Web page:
Serfdom in Eastern and Western Times
Serfdom was an institution that characterized the social and economic arrangements of the Middle Ages, and persisted in Russia until the mid-19th century. A class of agricultural laborers, serfs were legally bound to reside and labor at one place and to work on the land owned by their lord, who might be a nobleman, an ecclesiastical dignitary, or an institution such as a monastery.. From the 13th century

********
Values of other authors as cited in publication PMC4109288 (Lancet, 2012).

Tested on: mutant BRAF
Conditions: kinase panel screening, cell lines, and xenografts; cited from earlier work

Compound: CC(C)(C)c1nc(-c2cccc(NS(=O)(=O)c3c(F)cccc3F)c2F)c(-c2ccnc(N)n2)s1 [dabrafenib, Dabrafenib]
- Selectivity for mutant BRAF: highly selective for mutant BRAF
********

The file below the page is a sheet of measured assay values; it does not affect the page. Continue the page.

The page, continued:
showed first 75 words of 1194 total
showed last 75 words of 1194 total
accept "beggarly allotments"—i.e., one fourth of the prescribed amount of land without any monetary obligations. The peasants' land holdings were controlled by the mir, or village commune. The mir was responsible for redemption payments and periodically redistributed the land to meet the changing needs of the various households. The provisions concerning land redistribution produced the peasant discontent that eventually helped the Russian Revolution to succeed, despite the later reforms of P. A. Stolypin.